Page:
Age- 3-6 months
Line: Tropical Jewels x Unknown
Dendrobates Auratus or Green and Black dart frog, are a classic dart frog species. They range throughout much of southern Central America, from Nicaragua to north western Columbia. These particular frogs are from Nicaragua. Auratus are an average sized member of the Tinctorious family. They are unique in that they can be kept in small groups throughout their entire life. At around 10 months of age they reach sexual maturity and will begin to breed freely. Their assortment of stunning color combinations, their ease in care, and overall general hardiness make them a very appealing dart frog species. Some morphs seem to be more shy than others, but these Costa Rican Green and Blacks are commonly seen hopping around the open areas of their enclosure and climbing up the front glass. A truly great dart frog for beginners.
Age: 3-5 months
Line: Darren Meyers
Dendrobates Tinctorious Suriname Cobalt or Dyeing Poison Frog, are from Suriname, a small country in South America. Their bold nature, bright colors, aggressive feeding habits, and prolific breeding make them one of the most sought after species in the hobby. They are one of the largest tinctorious morphs and are extremely bold making them fantastic display animals. Cobalts are a true beginner dart frog.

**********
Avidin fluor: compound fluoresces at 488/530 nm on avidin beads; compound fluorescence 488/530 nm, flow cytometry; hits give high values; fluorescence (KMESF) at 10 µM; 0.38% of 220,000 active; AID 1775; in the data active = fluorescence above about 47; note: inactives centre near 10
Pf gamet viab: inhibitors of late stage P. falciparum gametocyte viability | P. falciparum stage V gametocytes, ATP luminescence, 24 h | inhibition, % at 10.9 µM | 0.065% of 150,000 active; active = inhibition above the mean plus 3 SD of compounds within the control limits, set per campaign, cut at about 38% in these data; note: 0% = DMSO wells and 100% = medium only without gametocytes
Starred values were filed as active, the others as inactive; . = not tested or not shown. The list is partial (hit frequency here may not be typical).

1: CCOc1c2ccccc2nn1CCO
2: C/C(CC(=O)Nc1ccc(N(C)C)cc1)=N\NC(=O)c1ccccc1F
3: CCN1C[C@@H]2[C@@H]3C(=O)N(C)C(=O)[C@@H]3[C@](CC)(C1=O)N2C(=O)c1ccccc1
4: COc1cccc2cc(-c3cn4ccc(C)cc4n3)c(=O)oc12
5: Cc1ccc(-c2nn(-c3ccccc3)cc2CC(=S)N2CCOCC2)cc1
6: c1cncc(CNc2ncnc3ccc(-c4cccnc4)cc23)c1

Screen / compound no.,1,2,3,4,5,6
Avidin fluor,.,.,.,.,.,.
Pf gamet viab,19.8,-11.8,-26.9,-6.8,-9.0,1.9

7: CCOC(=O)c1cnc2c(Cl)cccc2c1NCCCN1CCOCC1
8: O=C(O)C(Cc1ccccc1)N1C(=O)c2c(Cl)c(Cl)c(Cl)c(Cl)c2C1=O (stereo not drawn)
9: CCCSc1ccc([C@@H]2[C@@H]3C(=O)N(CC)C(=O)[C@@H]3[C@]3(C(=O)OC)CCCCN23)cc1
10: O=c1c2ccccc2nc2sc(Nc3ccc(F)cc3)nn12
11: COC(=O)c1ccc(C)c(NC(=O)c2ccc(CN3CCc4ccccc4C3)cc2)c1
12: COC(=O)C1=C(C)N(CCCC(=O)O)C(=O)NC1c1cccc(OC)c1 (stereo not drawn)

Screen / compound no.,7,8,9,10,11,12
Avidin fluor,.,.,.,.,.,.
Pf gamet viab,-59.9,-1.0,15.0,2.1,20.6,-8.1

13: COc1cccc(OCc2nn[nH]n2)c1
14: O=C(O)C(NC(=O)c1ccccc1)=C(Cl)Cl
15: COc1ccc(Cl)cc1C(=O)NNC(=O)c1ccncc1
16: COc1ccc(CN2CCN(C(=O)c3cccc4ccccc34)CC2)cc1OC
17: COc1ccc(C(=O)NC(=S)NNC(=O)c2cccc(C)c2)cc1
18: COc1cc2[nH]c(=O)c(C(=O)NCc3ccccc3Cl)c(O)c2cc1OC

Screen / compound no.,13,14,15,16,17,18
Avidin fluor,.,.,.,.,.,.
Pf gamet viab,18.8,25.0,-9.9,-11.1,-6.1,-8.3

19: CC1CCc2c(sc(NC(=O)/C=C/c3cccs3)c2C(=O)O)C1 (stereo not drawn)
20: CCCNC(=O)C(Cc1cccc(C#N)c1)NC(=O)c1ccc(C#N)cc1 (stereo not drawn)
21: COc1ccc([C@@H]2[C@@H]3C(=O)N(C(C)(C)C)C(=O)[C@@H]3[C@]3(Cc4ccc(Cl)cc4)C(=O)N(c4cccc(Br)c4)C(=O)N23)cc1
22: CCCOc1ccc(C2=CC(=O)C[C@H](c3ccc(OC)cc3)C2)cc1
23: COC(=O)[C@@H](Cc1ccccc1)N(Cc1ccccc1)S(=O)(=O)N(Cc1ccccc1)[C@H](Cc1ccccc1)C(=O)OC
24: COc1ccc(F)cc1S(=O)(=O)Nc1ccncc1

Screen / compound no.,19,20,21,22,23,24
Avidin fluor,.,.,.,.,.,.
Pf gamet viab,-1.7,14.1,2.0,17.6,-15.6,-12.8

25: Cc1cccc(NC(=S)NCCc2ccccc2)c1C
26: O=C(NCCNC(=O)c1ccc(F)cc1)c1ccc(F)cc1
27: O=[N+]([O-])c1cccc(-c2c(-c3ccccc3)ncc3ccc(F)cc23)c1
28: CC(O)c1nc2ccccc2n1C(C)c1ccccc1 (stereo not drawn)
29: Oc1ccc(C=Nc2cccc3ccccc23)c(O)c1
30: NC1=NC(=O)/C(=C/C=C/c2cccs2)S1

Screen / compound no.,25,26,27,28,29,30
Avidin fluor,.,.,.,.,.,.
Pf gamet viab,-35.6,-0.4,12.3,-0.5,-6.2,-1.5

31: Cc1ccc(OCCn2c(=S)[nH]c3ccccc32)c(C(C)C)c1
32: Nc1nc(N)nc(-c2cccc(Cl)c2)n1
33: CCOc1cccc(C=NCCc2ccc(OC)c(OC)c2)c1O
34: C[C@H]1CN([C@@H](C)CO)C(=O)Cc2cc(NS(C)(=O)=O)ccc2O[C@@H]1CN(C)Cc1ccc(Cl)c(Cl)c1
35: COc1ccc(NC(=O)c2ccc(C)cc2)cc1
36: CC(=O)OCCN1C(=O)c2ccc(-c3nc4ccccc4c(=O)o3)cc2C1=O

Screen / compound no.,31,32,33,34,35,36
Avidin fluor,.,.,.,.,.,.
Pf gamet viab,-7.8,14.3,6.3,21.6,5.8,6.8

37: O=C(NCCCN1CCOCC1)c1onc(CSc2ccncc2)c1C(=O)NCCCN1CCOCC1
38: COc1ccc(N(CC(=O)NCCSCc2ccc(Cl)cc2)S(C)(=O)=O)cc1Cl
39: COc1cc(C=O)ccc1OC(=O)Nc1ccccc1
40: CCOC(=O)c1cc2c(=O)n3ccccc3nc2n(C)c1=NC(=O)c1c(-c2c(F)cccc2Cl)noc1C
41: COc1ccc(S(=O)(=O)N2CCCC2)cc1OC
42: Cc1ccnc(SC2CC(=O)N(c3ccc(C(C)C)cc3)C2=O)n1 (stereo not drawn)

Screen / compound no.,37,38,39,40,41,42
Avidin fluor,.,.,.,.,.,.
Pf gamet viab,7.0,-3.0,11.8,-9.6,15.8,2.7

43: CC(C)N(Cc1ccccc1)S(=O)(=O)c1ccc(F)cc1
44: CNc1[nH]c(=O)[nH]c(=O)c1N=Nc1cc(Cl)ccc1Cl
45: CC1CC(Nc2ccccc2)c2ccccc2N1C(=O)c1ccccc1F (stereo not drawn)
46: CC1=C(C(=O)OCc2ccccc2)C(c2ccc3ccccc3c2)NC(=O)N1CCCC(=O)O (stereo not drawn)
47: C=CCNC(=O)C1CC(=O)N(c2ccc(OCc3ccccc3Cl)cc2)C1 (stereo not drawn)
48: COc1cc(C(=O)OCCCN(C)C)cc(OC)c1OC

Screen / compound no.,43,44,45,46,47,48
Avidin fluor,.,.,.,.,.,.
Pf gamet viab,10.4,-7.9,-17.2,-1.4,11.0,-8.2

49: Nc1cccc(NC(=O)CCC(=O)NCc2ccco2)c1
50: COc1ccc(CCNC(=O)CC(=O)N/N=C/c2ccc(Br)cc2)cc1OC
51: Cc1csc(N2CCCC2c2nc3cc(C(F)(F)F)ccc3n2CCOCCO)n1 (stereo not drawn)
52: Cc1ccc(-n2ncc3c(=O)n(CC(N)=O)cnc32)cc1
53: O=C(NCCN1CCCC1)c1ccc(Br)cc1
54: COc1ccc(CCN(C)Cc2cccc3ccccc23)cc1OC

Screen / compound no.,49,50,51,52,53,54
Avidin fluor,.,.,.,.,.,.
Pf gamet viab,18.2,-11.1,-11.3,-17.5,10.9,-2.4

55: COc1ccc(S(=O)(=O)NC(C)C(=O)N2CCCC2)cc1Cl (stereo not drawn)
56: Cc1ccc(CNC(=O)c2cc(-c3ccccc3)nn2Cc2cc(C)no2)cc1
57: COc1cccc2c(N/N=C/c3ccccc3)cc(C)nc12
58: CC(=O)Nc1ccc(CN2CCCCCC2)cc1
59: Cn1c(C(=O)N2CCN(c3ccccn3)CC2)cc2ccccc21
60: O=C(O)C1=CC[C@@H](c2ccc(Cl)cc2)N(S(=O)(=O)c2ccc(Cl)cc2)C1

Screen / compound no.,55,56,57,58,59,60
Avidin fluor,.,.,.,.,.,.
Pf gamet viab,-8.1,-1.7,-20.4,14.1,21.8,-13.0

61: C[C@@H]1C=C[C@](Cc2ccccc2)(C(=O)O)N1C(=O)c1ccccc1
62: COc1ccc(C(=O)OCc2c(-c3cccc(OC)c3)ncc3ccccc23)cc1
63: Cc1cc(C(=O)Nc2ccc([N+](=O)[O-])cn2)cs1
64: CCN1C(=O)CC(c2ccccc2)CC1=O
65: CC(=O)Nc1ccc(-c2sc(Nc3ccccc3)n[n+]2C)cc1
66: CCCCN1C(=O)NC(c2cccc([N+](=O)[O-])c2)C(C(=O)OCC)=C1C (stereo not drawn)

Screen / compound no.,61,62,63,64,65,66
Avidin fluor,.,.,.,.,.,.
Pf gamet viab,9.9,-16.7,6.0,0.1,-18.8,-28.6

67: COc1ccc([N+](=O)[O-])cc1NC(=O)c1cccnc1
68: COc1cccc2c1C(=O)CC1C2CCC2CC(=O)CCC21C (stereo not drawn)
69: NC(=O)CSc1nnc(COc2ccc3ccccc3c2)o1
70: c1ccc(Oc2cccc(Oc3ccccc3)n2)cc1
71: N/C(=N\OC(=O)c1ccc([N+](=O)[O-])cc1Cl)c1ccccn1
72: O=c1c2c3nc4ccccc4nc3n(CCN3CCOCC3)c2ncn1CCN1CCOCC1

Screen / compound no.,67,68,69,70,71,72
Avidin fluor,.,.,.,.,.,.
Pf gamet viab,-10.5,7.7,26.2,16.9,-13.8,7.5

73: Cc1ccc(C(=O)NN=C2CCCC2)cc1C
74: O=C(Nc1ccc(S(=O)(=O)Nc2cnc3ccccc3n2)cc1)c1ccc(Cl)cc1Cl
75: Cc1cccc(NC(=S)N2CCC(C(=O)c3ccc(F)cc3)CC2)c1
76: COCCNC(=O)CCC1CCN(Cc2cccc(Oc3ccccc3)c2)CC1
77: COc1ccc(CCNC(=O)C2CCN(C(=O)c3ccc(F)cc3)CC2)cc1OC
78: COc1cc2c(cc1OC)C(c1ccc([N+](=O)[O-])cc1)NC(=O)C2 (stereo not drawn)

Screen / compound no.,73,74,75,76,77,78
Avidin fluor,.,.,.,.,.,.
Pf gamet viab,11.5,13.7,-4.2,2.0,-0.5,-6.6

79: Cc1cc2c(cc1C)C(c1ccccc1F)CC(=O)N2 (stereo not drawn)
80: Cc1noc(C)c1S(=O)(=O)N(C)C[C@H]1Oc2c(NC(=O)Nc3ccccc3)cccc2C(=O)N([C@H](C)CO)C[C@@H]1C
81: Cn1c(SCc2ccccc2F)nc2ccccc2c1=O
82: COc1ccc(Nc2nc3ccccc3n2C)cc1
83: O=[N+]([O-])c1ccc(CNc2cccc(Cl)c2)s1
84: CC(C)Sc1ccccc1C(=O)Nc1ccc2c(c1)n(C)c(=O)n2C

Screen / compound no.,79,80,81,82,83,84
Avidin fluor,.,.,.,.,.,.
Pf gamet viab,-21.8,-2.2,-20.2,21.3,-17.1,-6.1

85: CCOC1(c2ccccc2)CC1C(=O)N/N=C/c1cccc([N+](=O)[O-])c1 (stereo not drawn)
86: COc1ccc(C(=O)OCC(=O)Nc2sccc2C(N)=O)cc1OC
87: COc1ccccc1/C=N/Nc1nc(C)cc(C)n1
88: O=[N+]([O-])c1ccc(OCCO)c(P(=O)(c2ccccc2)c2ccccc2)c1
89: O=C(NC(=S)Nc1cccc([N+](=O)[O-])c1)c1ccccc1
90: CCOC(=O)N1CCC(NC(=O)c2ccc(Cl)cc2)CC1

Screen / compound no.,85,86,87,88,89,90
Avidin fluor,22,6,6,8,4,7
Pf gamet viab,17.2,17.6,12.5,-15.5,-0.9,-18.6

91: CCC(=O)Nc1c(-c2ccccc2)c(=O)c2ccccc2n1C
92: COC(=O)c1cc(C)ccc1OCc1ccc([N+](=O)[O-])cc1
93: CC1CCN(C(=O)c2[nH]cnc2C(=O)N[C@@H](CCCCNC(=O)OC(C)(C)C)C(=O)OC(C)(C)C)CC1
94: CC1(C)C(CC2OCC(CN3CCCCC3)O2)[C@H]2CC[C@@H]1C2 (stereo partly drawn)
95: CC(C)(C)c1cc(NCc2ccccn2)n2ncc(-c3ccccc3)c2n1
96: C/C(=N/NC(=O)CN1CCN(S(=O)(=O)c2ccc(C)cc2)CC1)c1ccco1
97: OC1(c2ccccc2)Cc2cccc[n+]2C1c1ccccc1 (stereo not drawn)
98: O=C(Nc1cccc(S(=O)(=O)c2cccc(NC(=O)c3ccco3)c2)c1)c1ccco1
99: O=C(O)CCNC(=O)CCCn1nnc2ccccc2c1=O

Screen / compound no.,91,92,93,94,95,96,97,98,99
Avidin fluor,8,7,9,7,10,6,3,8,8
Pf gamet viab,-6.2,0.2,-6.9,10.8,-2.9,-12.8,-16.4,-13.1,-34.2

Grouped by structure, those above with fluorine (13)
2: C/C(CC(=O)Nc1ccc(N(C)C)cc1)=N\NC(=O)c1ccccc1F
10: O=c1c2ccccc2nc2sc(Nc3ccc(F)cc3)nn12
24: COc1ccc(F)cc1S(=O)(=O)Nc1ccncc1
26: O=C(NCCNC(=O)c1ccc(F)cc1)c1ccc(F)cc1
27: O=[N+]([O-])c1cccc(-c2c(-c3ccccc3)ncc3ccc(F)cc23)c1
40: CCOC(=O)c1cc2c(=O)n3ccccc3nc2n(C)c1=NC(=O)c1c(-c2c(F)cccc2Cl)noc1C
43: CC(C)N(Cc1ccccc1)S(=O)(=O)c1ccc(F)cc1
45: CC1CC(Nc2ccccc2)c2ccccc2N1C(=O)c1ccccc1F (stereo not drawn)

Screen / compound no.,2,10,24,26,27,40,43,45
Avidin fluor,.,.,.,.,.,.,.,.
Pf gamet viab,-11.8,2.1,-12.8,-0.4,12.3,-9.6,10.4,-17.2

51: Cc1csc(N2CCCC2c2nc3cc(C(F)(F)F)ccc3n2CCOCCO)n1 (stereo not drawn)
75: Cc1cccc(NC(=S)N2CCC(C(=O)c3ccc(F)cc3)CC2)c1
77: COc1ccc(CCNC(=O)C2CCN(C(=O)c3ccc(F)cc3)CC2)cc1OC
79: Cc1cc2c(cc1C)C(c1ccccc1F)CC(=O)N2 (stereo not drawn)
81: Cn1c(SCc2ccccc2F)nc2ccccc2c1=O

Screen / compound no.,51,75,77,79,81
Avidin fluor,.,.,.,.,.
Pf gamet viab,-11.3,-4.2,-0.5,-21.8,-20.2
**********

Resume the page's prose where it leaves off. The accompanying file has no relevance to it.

Age: 3-4 months
Line: Darren Meyers x Unknown
Dendrobates Tinctorious Azureus or Dyeing Poison Frogs, are found in southern Suriname. This is one of the classic dart frog species. Their bold nature, endless appetite, and prolific breeding habits make them one of the most sought after species in the hobby. They are intelligent, friendly, and eager to eat at feeding time. The splashes of bright blue make this stunning animal an exceptional addition to any frog collection.
Line: Darren Meyers
Dendrobates Tinctorious Oyapock are somewhat of a less common morph in the hobby and are distinguished as being a smaller Tinctorious morph. However, they are just as bold as their larger counterparts. Their vivid colors, complex patterns, and aggressive feeding habits make these an appealing species. Rearing Oyapocks' eggs and young froglets can be more precarious than other morphs so they are not considered to be a beginner frog.